Over the Hump


With the help of Tyrell the tracked loader we made speedy work of covering the north entrance vault.  Dozy laid the ground work on Friday creating the ramp.
 The strength of our barrel-vaulted structure, especially after being bermed, is evident in this picture showing Tyrell’s heafty 5,000 lbs. parked on top of our entrance.
Today was beautiful but very hot. Even with only a part of the shell covered, it was much cooler inside.  Just one of the many benefits of an earth sheltered structure

Yet Another Milestone.

It’s time to crack open a bottle of the Good Stuff.  Our Waterproofing is DONE!!!!     Scott and his crew showed up bright and early and were finished by 3 pm.  As you can see in the above picture, parking was a little tight.  Yesterday we had another 12 loads of sand fill delivered making it a total of around 500 yards of material awaiting to be placed over the top of the house.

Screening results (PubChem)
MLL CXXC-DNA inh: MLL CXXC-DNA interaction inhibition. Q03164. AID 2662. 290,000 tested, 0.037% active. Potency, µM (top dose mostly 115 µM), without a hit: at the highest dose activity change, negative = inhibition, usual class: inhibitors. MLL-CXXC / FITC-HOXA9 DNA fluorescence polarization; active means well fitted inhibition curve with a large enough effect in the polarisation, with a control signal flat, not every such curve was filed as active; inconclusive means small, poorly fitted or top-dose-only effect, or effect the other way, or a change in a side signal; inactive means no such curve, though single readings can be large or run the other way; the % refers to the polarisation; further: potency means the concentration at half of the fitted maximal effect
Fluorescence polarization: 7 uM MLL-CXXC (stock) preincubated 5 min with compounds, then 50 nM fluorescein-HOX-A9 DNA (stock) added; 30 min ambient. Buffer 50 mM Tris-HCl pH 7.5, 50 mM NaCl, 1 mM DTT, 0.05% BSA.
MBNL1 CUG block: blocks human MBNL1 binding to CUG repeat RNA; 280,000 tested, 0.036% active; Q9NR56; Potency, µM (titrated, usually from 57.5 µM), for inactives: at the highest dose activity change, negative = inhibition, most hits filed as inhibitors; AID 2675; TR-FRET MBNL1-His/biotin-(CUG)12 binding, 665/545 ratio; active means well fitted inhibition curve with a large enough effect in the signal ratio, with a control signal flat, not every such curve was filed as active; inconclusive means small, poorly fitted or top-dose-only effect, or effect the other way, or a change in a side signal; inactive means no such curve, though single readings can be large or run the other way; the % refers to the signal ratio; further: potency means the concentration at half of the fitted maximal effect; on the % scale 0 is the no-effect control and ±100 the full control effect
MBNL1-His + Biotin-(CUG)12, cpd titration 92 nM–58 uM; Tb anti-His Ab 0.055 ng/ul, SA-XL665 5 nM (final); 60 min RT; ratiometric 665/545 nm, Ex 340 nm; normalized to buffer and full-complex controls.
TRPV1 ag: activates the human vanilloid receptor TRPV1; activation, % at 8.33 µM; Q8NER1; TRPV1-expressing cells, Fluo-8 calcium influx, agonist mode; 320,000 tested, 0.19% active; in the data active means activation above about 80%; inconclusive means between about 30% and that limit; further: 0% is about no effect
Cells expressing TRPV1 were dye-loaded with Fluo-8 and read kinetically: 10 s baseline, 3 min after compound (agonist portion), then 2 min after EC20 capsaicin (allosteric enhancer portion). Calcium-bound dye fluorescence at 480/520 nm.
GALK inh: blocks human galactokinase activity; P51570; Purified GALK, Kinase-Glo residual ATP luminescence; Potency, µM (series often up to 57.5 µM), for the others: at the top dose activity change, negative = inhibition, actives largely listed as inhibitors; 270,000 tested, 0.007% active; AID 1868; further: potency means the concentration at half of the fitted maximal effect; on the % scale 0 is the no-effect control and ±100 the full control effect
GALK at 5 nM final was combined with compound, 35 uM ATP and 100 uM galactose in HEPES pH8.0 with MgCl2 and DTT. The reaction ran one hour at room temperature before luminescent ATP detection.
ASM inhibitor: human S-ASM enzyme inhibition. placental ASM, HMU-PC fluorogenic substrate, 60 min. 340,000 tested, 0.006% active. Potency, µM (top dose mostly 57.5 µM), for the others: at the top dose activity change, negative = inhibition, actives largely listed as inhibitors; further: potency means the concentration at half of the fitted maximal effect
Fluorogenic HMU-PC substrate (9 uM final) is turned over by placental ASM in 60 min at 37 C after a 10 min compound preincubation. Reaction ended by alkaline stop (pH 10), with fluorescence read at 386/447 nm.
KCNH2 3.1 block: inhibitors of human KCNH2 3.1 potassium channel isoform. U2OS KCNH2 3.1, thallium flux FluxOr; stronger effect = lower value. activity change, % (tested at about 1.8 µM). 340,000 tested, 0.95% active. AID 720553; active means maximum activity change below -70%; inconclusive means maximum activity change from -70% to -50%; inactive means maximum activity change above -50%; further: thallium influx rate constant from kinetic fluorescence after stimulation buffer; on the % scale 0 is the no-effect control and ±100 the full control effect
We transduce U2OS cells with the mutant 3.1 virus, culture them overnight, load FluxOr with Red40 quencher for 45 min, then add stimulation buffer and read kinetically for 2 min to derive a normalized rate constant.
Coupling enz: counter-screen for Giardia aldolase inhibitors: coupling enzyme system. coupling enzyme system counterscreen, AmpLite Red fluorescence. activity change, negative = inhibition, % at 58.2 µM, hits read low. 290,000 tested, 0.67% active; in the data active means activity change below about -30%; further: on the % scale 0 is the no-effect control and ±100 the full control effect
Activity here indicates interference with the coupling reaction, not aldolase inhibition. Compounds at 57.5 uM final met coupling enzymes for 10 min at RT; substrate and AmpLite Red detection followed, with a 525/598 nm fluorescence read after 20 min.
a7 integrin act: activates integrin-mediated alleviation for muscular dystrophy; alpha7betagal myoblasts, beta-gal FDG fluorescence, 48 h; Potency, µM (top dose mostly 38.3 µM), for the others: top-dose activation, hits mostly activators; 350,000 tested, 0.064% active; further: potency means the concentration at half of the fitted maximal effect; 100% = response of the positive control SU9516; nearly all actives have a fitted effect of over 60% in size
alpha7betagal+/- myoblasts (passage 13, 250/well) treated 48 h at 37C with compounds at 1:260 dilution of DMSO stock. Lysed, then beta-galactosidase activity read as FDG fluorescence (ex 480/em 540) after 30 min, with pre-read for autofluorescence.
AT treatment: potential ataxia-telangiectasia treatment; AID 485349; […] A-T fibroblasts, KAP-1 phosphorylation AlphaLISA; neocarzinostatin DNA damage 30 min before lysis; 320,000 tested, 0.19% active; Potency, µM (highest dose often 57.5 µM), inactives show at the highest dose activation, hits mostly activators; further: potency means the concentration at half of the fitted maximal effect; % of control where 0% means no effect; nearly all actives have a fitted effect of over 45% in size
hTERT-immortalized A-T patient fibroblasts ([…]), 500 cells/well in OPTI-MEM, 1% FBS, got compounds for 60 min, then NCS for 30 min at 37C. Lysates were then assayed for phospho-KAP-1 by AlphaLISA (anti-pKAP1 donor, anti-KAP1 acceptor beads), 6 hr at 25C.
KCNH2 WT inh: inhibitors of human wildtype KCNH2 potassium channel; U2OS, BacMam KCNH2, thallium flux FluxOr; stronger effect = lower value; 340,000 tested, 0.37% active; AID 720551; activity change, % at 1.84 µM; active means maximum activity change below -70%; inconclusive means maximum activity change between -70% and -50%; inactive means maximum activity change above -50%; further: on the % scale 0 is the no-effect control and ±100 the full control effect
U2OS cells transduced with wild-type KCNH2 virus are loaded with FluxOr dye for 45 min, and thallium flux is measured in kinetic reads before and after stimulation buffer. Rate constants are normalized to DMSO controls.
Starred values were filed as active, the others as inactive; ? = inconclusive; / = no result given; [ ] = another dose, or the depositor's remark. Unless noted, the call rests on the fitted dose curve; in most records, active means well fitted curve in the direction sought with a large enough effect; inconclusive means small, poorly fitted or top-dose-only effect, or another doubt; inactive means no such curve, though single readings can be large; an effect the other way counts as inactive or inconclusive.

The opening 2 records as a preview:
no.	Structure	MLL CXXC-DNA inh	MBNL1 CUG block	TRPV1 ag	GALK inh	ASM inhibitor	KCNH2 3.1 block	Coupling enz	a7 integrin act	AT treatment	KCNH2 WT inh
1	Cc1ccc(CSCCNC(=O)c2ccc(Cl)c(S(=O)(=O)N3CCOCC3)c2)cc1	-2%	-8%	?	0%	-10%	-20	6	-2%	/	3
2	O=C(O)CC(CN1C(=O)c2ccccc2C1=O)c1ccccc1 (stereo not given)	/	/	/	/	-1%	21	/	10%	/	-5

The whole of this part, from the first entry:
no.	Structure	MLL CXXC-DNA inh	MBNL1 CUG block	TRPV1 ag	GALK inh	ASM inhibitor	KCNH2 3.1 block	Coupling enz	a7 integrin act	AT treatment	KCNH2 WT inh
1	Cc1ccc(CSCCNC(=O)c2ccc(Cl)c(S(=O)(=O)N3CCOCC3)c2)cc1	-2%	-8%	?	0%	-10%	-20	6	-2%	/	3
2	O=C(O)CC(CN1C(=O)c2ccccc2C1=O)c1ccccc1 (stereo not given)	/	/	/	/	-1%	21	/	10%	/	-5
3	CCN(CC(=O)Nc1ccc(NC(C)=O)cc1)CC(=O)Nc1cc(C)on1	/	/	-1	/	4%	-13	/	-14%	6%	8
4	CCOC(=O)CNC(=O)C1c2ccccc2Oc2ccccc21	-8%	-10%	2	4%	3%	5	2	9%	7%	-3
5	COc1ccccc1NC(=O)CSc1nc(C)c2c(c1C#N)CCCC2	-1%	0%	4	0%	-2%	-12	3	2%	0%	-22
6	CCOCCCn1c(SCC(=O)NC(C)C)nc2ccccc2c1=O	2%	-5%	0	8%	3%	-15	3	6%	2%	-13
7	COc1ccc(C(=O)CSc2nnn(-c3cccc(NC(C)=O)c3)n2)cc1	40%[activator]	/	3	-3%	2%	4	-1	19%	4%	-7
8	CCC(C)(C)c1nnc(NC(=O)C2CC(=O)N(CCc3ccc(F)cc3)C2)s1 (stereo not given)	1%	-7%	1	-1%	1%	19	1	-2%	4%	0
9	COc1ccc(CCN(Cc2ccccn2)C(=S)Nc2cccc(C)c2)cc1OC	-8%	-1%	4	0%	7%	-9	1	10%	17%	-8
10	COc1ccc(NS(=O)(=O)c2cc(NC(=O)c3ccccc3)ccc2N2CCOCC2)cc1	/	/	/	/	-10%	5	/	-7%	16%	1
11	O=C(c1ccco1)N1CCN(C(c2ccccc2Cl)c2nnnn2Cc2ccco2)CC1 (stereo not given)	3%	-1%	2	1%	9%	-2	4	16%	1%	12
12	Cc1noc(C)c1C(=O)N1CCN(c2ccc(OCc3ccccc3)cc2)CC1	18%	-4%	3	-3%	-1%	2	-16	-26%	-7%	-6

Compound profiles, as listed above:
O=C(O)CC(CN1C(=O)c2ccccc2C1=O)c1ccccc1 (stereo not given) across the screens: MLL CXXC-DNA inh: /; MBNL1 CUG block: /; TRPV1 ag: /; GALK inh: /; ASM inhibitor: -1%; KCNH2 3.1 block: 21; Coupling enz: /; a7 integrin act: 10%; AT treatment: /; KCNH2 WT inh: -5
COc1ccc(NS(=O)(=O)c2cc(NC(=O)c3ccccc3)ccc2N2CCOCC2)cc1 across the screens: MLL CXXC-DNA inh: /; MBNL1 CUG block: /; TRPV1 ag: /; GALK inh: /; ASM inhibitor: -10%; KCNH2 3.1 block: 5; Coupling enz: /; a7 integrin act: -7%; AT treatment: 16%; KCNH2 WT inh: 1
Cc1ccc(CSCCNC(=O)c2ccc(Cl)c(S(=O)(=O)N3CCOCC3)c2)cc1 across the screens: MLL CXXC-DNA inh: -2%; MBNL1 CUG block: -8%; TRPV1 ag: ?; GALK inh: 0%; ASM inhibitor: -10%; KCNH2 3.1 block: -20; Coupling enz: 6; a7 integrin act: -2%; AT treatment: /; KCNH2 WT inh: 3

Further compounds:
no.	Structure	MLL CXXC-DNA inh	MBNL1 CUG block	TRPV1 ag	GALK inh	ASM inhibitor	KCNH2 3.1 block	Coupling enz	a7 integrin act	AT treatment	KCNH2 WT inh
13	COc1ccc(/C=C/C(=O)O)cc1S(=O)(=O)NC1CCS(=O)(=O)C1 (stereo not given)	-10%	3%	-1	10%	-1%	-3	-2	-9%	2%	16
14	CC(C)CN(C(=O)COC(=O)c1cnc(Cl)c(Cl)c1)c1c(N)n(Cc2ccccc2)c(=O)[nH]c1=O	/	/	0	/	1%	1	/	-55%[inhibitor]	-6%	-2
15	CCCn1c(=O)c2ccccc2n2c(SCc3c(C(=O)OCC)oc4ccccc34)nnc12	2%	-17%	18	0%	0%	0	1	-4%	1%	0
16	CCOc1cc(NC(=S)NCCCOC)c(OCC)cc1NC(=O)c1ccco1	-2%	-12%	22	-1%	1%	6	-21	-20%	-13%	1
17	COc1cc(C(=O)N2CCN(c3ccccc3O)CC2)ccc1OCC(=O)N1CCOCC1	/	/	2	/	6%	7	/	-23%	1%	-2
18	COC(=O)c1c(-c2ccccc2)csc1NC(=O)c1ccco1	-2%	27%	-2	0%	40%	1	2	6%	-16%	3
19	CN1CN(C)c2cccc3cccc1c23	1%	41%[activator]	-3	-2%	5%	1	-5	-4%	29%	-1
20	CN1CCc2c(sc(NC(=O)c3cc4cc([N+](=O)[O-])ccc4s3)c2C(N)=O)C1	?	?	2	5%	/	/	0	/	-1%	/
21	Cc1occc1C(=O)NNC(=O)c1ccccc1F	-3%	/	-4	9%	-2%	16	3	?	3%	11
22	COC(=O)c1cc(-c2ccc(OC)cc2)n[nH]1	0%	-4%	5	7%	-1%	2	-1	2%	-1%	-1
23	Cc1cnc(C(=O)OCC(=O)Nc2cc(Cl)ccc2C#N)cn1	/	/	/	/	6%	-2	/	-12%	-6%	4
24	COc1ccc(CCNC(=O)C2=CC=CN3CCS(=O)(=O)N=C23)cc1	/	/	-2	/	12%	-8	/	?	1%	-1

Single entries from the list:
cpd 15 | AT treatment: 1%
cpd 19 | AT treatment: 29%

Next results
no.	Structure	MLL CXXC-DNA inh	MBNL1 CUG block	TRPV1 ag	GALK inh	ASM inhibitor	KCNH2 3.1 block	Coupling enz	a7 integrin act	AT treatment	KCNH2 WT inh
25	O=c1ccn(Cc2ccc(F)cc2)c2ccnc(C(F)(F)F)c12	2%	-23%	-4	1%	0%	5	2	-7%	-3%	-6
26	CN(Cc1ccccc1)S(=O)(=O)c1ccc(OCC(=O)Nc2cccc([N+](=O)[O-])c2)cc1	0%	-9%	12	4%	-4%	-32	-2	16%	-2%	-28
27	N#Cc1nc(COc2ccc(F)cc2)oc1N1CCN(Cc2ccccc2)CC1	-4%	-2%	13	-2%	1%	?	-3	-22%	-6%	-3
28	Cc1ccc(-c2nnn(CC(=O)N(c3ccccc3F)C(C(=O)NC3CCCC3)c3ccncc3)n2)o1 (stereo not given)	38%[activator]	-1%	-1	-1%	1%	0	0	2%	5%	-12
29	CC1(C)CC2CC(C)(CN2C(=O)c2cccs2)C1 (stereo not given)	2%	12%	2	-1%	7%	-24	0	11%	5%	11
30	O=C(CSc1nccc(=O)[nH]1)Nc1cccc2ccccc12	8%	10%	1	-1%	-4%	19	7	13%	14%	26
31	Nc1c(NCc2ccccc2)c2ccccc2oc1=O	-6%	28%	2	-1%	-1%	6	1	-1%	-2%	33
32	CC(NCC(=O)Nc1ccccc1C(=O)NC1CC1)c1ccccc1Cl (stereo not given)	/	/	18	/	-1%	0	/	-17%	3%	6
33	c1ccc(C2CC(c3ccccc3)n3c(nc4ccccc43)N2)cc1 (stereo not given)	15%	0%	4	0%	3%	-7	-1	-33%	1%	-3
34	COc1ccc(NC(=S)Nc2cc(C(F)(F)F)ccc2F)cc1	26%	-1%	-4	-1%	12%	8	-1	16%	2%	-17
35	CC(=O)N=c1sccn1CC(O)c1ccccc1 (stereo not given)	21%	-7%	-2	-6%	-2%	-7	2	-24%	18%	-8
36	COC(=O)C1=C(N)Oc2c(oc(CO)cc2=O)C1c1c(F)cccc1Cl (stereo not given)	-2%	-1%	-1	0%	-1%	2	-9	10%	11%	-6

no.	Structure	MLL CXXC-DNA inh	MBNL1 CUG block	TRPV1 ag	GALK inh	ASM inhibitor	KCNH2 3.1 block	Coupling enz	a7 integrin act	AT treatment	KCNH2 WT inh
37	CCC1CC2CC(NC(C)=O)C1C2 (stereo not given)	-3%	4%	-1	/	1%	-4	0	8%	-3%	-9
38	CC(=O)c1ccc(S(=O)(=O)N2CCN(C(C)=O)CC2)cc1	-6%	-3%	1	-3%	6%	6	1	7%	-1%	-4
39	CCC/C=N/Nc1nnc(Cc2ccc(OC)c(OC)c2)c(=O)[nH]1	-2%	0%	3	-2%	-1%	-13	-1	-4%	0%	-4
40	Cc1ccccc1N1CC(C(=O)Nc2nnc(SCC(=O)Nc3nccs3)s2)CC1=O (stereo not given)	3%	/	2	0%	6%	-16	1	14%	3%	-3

Here David, Scott and Alex are finishing the last bit of waterproofing on the SE wing.

Totally unrelated, but here is a picture of Johnny and our home made trailer.  You can see the extra mounds of sand in the background.


Time to Take Stock…..Piled

Yesterday, John Mosier of Buzy Bee Excavating delivered “a whole lot” of the sandy fill material from the “hill” next to the NOAA Pacific Fleet Operations Center in Newport.  The huge mound of sand that was created from the construction and is affectionately known as Mt. NOAA. We are certainly doing our part in making that mountain into a mole hill.